Entravision Holdings, Llc, Petitioner v. Federal Communications Commission and United States of America, Respondentsdavis Television Fairmont, Llc, Intervenor, 202 F.3d 311 (D.C. Cir. 2000)

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U.S. Court of Appeals for the District of Columbia Circuit - 202 F.3d 311 (D.C. Cir. 2000)

Argued November 8, 1999Decided February 11, 2000


On Petition for Review of an Order of the Federal Communications Commission

Barry A. Friedman argued the cause for petitioner. With him on the briefs was Michael L. Martinez.

K. Michele Walters, Counsel, Federal Communications Commission, argued the cause for respondent. With her on the brief were Christopher J. Wright, General Counsel, Daniel M. Armstrong, Associate General Counsel, Joel I. Klein, Assistant Attorney General, and Robert B. Nicholson and Chris Sprigman, Attorneys, U.S. Department of Justice.

Before: Ginsburg, Tatel, and Garland, Circuit Judges.

Opinion for the Court filed by Circuit Judge Ginsburg.

Ginsburg, Circuit Judge:


Entravision Holdings, LLC, petitions for review of an order of the Federal Communications Commission denying reconsideration of a prior order. Because the Commission order denying reconsideration is unreviewable under ICC v. Brotherhood of Locomotive Engineers, 482 U.S. 270, 280 (1987), and we cannot fairly infer from Entravision's filings an intent to seek review of the prior order, we dismiss the petition for lack of jurisdiction.

In 1997 the Federal Communications Commission proposed to reallocate channels 60-69 from broadcast television service to other commercial and public safety uses. Latin Communications Group (LCG), Entravision's predecessor in interest in the licenses for two low power television (LPTV) stations operating on channels 61 and 63, submitted comments to the Commission suggesting certain protections be granted to LPTV stations that would be displaced by the proposed reallocation. The Commission adopted the reallocation proposal but declined to adopt the protections suggested by LCG. In re Reallocation of Television Channels 60-69, Report & Order, 12 F.C.C.R. 22953 (Jan. 6, 1998). LCG filed a petition for partial reconsideration, asking the Commission to reconsider the Report & Order and to adopt the protections LCG had suggested. The Commission denied reconsideration. In re Reallocation of Television Channels 60-69, Memorandum Opinion & Order, 13 F.C.C.R. 21578 (Oct. 9, 1998).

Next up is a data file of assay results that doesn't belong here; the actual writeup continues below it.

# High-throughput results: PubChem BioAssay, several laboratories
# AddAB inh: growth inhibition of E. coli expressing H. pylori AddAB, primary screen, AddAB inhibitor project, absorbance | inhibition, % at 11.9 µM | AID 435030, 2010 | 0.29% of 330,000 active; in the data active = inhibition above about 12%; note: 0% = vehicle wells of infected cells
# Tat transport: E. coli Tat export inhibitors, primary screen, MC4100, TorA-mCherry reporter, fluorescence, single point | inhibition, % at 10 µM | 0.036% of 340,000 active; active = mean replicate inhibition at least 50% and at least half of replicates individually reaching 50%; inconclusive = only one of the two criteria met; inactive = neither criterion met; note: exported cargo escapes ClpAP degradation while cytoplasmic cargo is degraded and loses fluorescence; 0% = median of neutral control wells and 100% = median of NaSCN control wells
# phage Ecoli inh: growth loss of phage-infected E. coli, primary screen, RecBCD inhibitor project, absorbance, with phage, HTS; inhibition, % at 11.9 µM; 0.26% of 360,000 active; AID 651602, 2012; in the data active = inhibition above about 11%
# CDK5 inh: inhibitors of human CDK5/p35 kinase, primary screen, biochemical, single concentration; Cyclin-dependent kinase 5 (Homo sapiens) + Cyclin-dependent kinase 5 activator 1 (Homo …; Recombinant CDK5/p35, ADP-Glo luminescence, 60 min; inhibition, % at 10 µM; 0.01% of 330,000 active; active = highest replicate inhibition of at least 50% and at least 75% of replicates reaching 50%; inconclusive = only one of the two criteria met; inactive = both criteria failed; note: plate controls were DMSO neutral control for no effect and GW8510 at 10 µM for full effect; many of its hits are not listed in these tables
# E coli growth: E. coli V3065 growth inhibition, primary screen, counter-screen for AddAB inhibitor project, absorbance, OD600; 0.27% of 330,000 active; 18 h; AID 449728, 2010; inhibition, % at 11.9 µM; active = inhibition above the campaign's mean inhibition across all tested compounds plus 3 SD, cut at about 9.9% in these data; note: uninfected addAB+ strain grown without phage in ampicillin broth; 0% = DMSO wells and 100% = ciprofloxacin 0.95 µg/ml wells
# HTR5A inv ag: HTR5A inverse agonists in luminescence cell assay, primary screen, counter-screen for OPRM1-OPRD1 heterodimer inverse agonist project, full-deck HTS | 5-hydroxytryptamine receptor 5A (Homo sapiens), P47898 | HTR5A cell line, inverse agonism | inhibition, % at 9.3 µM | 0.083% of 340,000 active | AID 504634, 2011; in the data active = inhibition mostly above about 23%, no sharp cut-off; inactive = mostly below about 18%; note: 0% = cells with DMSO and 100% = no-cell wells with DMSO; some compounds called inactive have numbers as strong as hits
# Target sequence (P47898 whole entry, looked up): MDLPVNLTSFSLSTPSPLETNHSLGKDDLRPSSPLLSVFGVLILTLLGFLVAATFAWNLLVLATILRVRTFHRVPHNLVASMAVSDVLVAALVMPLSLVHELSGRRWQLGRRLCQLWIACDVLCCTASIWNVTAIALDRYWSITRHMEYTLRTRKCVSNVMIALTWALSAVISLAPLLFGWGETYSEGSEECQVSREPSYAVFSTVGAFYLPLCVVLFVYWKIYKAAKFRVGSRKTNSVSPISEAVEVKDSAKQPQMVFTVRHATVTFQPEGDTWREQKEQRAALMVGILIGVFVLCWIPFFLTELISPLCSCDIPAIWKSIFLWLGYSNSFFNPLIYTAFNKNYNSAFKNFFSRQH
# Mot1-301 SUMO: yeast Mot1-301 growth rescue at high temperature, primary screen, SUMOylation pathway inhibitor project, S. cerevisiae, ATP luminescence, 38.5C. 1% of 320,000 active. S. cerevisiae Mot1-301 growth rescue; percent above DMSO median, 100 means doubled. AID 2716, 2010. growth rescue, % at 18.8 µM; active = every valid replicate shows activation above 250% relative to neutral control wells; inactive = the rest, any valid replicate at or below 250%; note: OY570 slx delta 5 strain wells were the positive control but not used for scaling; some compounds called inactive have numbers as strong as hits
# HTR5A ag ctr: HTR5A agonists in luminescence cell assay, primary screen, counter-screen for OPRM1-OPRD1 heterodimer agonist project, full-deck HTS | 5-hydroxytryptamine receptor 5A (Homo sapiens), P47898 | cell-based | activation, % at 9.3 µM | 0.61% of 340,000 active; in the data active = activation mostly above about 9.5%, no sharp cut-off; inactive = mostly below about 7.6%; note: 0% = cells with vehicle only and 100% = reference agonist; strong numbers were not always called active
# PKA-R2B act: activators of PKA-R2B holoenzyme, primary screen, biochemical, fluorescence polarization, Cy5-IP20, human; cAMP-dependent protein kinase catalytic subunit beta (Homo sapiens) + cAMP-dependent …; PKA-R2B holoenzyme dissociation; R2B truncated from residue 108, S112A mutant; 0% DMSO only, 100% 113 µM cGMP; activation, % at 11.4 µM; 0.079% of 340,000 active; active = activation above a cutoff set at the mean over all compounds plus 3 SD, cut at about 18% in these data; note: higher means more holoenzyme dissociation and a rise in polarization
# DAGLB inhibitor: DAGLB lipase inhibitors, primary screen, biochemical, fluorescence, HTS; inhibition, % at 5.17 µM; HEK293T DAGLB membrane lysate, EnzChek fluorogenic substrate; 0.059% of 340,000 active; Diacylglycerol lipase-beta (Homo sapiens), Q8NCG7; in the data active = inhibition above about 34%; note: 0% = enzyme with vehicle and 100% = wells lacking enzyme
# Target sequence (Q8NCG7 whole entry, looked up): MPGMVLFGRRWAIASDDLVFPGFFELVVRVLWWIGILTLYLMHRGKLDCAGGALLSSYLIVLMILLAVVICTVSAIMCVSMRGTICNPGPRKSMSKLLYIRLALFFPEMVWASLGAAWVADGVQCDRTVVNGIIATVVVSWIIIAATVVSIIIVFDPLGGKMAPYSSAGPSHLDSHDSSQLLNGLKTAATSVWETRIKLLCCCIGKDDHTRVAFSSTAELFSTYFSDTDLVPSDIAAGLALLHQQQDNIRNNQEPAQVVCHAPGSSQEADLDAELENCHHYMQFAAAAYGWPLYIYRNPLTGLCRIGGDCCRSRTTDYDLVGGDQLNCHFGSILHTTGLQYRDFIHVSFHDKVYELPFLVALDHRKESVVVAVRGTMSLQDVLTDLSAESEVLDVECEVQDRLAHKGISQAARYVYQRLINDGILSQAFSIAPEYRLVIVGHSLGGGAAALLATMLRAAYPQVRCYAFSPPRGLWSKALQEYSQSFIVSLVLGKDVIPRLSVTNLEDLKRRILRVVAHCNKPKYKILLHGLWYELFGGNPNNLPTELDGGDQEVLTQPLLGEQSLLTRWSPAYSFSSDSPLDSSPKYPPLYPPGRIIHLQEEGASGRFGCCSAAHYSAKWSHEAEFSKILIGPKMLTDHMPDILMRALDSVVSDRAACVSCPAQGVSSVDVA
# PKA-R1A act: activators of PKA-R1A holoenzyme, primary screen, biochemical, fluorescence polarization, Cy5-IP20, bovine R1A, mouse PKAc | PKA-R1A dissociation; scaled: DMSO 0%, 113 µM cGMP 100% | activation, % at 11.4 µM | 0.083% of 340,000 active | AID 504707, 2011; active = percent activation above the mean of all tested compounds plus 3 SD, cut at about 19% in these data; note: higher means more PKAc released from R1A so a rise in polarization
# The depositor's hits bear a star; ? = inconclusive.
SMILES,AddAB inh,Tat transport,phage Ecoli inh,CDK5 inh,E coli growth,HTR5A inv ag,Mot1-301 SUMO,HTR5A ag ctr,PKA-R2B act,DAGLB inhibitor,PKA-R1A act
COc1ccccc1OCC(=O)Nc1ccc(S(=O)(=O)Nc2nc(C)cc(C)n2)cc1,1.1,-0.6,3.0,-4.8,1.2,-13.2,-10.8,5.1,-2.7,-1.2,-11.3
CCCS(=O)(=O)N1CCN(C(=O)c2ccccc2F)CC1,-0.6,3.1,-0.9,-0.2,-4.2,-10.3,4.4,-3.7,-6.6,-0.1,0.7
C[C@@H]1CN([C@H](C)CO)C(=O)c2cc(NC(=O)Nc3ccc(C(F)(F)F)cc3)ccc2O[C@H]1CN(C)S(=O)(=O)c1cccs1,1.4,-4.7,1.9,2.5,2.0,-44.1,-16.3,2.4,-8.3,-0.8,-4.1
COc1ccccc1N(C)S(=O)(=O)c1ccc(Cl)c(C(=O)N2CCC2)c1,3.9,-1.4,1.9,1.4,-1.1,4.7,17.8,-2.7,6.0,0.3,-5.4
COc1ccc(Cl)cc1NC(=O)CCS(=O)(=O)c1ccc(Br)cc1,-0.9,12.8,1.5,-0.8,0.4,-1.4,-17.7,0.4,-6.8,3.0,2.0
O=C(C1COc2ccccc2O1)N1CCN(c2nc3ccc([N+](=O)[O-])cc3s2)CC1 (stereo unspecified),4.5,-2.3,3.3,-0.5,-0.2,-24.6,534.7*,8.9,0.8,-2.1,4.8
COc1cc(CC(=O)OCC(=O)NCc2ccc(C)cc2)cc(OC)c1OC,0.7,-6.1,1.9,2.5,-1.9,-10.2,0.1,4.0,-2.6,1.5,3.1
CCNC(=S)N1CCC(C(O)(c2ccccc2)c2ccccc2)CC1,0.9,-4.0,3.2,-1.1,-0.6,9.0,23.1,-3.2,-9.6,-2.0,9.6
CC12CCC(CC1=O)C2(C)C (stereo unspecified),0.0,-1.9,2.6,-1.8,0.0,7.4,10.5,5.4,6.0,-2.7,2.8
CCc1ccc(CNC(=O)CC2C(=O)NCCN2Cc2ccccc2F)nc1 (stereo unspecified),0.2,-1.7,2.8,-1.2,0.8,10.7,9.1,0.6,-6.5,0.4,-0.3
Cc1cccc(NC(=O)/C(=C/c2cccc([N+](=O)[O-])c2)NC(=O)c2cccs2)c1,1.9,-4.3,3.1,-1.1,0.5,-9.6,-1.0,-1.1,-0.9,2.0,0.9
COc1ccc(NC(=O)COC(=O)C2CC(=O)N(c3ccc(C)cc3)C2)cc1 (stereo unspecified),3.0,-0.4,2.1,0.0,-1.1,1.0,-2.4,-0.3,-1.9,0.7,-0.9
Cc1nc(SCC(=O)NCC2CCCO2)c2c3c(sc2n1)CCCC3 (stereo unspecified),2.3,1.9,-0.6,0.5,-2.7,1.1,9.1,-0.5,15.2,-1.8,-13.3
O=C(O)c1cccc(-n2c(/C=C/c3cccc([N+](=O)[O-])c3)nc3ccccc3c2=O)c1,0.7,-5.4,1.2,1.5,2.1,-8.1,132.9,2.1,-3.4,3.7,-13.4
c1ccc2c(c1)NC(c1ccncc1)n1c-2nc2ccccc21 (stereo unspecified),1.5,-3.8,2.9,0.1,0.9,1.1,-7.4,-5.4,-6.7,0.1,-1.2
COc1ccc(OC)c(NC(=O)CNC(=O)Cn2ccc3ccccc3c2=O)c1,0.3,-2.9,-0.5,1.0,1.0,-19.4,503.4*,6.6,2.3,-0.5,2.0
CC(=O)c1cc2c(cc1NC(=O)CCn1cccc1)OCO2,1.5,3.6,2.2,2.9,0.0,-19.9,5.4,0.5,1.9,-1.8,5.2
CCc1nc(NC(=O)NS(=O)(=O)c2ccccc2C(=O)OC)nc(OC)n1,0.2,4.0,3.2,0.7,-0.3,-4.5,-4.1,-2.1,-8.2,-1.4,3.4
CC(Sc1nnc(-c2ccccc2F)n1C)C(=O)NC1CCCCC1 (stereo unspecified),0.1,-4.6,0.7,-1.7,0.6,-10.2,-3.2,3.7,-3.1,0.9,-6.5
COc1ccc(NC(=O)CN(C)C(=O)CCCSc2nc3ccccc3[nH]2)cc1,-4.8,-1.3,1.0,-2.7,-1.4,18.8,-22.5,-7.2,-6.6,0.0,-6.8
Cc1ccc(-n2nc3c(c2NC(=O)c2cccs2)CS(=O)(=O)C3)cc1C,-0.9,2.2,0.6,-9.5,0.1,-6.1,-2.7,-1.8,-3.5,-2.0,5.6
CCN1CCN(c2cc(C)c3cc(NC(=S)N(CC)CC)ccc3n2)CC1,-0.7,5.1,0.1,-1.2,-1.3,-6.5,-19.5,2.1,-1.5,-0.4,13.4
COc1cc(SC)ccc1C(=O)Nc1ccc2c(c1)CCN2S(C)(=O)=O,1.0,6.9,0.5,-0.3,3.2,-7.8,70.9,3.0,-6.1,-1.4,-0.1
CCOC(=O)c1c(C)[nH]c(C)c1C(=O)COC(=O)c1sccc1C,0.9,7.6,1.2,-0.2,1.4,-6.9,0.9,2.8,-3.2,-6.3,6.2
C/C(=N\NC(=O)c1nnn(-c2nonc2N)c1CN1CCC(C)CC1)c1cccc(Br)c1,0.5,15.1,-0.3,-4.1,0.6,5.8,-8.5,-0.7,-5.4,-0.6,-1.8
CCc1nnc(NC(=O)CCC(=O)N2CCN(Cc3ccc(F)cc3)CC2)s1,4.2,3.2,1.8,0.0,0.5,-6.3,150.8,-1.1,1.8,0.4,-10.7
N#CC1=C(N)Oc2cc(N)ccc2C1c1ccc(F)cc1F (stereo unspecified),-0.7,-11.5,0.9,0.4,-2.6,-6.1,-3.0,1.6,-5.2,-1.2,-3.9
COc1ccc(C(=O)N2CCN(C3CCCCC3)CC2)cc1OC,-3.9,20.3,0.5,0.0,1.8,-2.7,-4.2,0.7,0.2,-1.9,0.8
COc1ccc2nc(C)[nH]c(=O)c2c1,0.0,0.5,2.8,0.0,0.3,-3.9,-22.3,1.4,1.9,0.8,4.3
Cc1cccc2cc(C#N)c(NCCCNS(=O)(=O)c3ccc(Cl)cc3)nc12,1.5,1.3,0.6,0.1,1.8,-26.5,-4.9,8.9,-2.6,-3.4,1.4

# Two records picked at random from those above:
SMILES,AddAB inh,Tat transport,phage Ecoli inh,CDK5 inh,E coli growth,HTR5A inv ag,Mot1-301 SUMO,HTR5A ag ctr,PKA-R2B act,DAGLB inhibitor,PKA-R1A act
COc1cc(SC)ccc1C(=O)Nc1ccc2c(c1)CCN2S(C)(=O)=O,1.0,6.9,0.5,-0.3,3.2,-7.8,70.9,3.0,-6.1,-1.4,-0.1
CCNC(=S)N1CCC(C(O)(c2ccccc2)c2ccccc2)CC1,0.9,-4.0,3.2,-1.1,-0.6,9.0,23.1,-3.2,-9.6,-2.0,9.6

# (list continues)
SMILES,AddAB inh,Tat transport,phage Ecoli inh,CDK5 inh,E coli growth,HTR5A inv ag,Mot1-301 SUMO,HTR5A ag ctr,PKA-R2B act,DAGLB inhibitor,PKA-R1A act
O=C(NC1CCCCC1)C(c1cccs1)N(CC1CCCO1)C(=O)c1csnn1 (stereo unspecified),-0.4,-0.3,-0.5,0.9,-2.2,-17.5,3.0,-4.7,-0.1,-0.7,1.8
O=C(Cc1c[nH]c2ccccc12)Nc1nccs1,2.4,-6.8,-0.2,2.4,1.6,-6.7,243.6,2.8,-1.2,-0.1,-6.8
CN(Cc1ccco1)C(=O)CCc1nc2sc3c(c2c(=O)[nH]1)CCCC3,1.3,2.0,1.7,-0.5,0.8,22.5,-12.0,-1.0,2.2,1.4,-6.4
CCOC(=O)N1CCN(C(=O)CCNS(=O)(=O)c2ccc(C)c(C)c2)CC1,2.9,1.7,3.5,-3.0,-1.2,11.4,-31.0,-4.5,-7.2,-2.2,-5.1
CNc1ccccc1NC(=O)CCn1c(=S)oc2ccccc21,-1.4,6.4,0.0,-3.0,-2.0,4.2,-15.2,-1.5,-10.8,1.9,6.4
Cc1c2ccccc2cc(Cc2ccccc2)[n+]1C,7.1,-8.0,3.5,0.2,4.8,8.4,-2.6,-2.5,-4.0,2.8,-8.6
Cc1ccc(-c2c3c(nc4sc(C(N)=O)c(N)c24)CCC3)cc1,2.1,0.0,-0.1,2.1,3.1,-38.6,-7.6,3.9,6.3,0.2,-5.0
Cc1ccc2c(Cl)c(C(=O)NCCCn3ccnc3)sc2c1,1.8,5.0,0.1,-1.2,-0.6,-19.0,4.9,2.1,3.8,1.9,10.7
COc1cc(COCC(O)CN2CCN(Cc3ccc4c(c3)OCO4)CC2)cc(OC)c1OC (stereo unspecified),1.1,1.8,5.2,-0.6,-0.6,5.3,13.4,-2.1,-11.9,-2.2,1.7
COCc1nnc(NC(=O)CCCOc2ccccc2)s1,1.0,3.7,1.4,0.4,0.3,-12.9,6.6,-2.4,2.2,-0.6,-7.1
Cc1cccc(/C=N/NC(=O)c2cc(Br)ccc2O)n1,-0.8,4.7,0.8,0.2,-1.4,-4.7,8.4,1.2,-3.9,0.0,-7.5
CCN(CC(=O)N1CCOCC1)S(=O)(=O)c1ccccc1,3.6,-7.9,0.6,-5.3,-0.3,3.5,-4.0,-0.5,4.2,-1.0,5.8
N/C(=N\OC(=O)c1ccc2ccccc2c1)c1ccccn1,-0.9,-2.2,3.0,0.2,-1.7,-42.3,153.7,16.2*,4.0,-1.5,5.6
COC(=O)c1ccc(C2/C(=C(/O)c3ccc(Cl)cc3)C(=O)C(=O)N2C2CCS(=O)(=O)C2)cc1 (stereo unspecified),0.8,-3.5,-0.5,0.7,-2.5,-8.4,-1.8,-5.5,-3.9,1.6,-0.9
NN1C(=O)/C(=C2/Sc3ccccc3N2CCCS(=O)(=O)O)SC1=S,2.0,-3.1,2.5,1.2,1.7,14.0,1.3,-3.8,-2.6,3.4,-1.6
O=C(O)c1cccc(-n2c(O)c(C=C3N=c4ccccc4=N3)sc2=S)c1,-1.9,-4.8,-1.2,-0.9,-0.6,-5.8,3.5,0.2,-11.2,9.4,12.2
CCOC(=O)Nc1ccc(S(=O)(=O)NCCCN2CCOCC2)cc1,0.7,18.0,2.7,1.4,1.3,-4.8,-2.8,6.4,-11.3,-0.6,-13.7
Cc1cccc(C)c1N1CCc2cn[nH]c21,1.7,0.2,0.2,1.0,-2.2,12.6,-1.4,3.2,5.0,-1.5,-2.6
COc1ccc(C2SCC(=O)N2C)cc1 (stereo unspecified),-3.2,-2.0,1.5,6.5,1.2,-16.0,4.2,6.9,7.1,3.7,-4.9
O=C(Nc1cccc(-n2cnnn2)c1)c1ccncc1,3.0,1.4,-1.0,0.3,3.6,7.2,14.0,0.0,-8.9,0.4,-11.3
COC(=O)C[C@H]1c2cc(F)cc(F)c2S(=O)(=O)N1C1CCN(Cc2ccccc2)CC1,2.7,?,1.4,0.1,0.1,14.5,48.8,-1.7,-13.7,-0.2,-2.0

Entravision and LCG then timely filed a joint petition for review. Subsequently, LCG completed assignment of the two LPTV broadcast licenses to Entravision and withdrew from this action, leaving Entravision as the sole petitioner.

Under Fed. R. App. P. 15(a), a petition for review of an agency order must "specify the order or part thereof to be reviewed."*  Failure to specify the correct order can result in dismissal of the petition. See City of Benton v. NRC, 136 F.3d 824,826 (D.C. Cir. 1998); John D. Copanos & Sons, Inc. v. FDA, 854 F.2d 510, 527 (D.C. Cir. 1988). A mistaken or inexact specification of the order to be reviewed will not be fatal to the petition, however, if the petitioner's intent to seek review of a specific order can be fairly inferred from the petition for review or from other contemporaneous filings, and the respondent is not misled by the mistake. See Martin v. FERC, 199 F.3d 1370, 1371-73(D.C. Cir. 2000) (reviewing order underlying rehearing order specified in petition because intent to seek review fairly inferred from contemporaneous motion for stay and respondent not prejudiced); Damsky v. FCC, F.3d 527, 532-34 (D.C. Cir. 2000) (reviewing order underlying rehearing order specified in notice of appeal because intent to seek review fairly inferred from filings attached to notice and repondent not prejudiced); Southwestern Bell Telephone Co. v. FCC, 180 F.3d 307, 313 (D.C. Cir. 1999) (declining to review order underlying rehearing order specified in petition because intent to seek review not fairly inferable from petition, docketing statement, or preliminary statement of issues); cf. Nichols v. Board of Trustees of Asbestos Workers Local 24 Pension Plan, 835 F.2d 881, 889 (D.C. Cir. 1987) (reviewing judgment inexactly designated in notice of appeal because contemporaneously-filed Rule 10(b) certification adequate to infer intent to appeal from judgment, and appellee not prejudiced); Brookens v. White, 795 F.2d 178, 180 (D.C. Cir. 1986) (declining to review unspecified judgment because intent to appeal from that judgment not fairly inferable from appellant's notice of appeal or subsequent filings).

Here Entravision specified for review the Memorandum Opinion & Order. Under ICC v. Brotherhood of Locomotive Engineers, 482 U.S. 270, 280 (1987), however, that order, in which the Commission merely denied reconsideration of the prior Report & Order, is unreviewable except insofar as the request for reconsideration was based upon new evidence or changed circumstances. See Southwestern Bell, 180 F.3d at 311. Because Entravision gave neither as a ground for reconsideration of the Report & Order, the Memorandum Opinion & Order is unreviewable. Therefore we must dismiss Entravision's petition for lack of jurisdiction**  unless we can fairly infer that Entravision intended to seek review of the order not specified in the petition for review.